only by routing around “the improved posting experience” am i able to do this at all; moreover i can only find the route by dumb luck. quit moving the damn cheese, i beg of you, wordpress. but wordpress has outsourced the legacy stuff to some pay-no-mind LLC or something.

Photo on 11-17-15 at 10.46 AM

saturday night i colored in the corners of this cube.
the underlying black-and-white is based on a work of
the great dutch artist m.~c.~escher. the cardboard
cut-out version is from a collection by the american
mathematician doris schattschneider.
(_m.c._escher_kaleidocycles_).

anyhow, i’ve had the whole “5 platonic solids” set
from this work on display in the front room at home
for a while. the others are in color already, right
out of the book. i’ve had *another* set of these,
too: it’s a great “book” and might still be in print
for all i know. i had two editions, from years apart,
years ago.

i took this one to church on sunday and used it in my talk.
there wasn’t time to explain why i’d colored it the way i
did. but i *did* count the symmetry group of the cube,
two ways. any talk by me should have a theorem in it;
i’m happy to count that as a theorem.

24 because any of the 6 faces can be “face down”,
and each such choice-of-face allows for any of 4
remaining faces then to “face front” (all but the
“face-up” one *opposite* to our “chosen” face).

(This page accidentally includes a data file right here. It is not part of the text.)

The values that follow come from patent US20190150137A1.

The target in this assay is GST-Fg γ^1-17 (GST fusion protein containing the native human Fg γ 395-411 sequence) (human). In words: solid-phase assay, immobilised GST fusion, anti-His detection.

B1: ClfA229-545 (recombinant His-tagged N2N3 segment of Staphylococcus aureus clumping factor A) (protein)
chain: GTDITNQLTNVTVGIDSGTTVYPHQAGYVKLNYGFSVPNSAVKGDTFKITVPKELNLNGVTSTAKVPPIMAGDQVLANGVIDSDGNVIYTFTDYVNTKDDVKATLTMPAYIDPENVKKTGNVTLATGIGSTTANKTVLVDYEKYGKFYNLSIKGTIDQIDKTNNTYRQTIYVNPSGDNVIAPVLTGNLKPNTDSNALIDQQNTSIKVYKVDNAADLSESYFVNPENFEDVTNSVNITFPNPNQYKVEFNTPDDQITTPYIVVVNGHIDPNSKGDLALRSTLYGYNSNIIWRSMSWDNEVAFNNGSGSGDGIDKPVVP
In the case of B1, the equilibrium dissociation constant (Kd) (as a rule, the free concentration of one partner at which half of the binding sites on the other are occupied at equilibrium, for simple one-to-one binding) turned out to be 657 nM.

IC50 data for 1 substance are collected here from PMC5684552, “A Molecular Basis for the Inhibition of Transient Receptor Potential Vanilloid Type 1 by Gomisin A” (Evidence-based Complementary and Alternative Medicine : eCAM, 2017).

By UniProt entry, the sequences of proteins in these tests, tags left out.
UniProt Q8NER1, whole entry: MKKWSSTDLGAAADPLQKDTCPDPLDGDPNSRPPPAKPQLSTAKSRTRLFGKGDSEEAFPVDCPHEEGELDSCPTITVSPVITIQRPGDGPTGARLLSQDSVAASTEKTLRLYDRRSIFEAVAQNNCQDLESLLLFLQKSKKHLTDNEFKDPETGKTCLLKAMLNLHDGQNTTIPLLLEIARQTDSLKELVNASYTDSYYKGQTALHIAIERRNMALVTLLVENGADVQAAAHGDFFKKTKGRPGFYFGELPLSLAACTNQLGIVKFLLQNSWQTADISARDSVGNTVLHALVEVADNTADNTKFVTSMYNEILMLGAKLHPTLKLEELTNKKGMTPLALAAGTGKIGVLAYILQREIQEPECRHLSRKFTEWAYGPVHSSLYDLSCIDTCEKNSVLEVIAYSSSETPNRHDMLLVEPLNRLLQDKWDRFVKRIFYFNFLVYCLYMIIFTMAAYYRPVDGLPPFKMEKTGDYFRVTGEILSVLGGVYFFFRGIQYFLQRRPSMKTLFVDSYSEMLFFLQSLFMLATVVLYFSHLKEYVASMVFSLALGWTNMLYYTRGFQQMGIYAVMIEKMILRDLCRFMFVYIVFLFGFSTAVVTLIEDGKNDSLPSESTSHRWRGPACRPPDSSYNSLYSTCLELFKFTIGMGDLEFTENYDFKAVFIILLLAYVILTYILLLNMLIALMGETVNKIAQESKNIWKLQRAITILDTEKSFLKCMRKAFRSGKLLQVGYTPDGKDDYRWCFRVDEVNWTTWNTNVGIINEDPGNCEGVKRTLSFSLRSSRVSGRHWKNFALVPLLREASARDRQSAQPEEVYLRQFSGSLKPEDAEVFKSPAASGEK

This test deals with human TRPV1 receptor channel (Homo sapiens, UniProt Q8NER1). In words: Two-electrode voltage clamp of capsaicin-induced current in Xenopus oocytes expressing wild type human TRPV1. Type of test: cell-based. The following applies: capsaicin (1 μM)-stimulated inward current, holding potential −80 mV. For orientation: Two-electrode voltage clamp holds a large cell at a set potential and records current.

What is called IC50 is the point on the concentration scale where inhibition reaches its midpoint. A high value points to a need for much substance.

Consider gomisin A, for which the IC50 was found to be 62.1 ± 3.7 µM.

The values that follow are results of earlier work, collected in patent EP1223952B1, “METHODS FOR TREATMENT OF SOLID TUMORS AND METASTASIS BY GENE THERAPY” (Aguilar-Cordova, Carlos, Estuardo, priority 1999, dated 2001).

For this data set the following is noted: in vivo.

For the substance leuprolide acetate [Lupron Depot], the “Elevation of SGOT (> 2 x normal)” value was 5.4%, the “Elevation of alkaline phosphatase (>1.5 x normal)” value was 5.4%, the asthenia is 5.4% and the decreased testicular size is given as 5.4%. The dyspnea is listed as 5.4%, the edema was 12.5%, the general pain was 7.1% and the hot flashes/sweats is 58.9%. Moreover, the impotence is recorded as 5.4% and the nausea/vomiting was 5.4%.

but also 24 because
1 identity
6 180-degree “flips” that fix two edges
(one for each pair of opposite edges)
8 120-degree “corner-turns”
(fix a pair of opposite corners;
there are 4 such; one may “turn”
right or left)
6 90-degree “face turns”
(fix opposite faces—3 ways; again,
one can go “right” or “left”)
3 180-degree face turns.

and this messy version is actually quite clear when
one is actually holding up an actual cube and pointing
at the drawing on the board. or in this case, at one’s
own sweatshirt. canvas makes a good whiteboard.

you can do it all without even mentioning “group theory”…
and i *sure* didn’t get to prove that this set of 24
“moves” gives a version of “the symmetric group on 4
objects”. anyway, part of the point is that one need
not have introduced any “math code” into the discussion
at all to arrive some some *very* useful results.

i learned the symmetry-groups-of-solids trick from an
old master
. i mentioned this book in the service.

but mostly i talked about stuff like bible studies and music.

stuff that people actually show up at church *for*. bring what
you love to church and share it. food and money are particularly
welcome.

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